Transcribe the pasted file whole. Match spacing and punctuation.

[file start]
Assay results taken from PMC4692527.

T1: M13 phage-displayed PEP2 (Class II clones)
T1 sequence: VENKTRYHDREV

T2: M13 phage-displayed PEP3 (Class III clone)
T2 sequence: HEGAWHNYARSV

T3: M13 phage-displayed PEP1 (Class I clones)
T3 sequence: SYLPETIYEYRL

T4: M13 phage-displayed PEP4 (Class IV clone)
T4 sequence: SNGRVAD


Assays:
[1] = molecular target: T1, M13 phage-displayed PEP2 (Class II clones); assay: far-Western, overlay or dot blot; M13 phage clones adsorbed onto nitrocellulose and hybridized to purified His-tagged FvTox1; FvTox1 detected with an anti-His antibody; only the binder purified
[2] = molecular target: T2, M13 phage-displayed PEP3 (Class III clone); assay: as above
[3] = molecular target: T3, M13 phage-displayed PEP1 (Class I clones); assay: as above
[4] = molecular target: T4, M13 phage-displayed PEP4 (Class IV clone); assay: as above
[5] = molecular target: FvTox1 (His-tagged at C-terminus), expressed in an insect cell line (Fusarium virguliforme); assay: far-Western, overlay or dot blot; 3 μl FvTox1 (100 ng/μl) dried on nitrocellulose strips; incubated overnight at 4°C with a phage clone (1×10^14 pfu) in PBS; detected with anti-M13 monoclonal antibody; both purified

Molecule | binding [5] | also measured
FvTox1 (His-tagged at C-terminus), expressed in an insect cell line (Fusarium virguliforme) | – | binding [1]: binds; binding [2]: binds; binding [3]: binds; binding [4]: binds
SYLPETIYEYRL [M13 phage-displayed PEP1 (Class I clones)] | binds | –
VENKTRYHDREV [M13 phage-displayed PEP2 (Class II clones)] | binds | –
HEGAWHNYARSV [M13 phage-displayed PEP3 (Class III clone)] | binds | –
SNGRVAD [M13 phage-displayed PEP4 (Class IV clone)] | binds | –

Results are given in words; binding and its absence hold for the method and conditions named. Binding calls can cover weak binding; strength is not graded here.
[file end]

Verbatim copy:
Assay results taken from PMC4692527.

T1: M13 phage-displayed PEP2 (Class II clones)
T1 sequence: VENKTRYHDREV

T2: M13 phage-displayed PEP3 (Class III clone)
T2 sequence: HEGAWHNYARSV

T3: M13 phage-displayed PEP1 (Class I clones)
T3 sequence: SYLPETIYEYRL

T4: M13 phage-displayed PEP4 (Class IV clone)
T4 sequence: SNGRVAD


Assays:
[1] = molecular target: T1, M13 phage-displayed PEP2 (Class II clones); assay: far-Western, overlay or dot blot; M13 phage clones adsorbed onto nitrocellulose and hybridized to purified His-tagged FvTox1; FvTox1 detected with an anti-His antibody; only the binder purified
[2] = molecular target: T2, M13 phage-displayed PEP3 (Class III clone); assay: as above
[3] = molecular target: T3, M13 phage-displayed PEP1 (Class I clones); assay: as above
[4] = molecular target: T4, M13 phage-displayed PEP4 (Class IV clone); assay: as above
[5] = molecular target: FvTox1 (His-tagged at C-terminus), expressed in an insect cell line (Fusarium virguliforme); assay: far-Western, overlay or dot blot; 3 μl FvTox1 (100 ng/μl) dried on nitrocellulose strips; incubated overnight at 4°C with a phage clone (1×10^14 pfu) in PBS; detected with anti-M13 monoclonal antibody; both purified

Molecule | binding [5] | also measured
FvTox1 (His-tagged at C-terminus), expressed in an insect cell line (Fusarium virguliforme) | – | binding [1]: binds; binding [2]: binds; binding [3]: binds; binding [4]: binds
SYLPETIYEYRL [M13 phage-displayed PEP1 (Class I clones)] | binds | –
VENKTRYHDREV [M13 phage-displayed PEP2 (Class II clones)] | binds | –
HEGAWHNYARSV [M13 phage-displayed PEP3 (Class III clone)] | binds | –
SNGRVAD [M13 phage-displayed PEP4 (Class IV clone)] | binds | –

Results are given in words; binding and its absence hold for the method and conditions named. Binding calls can cover weak binding; strength is not graded here.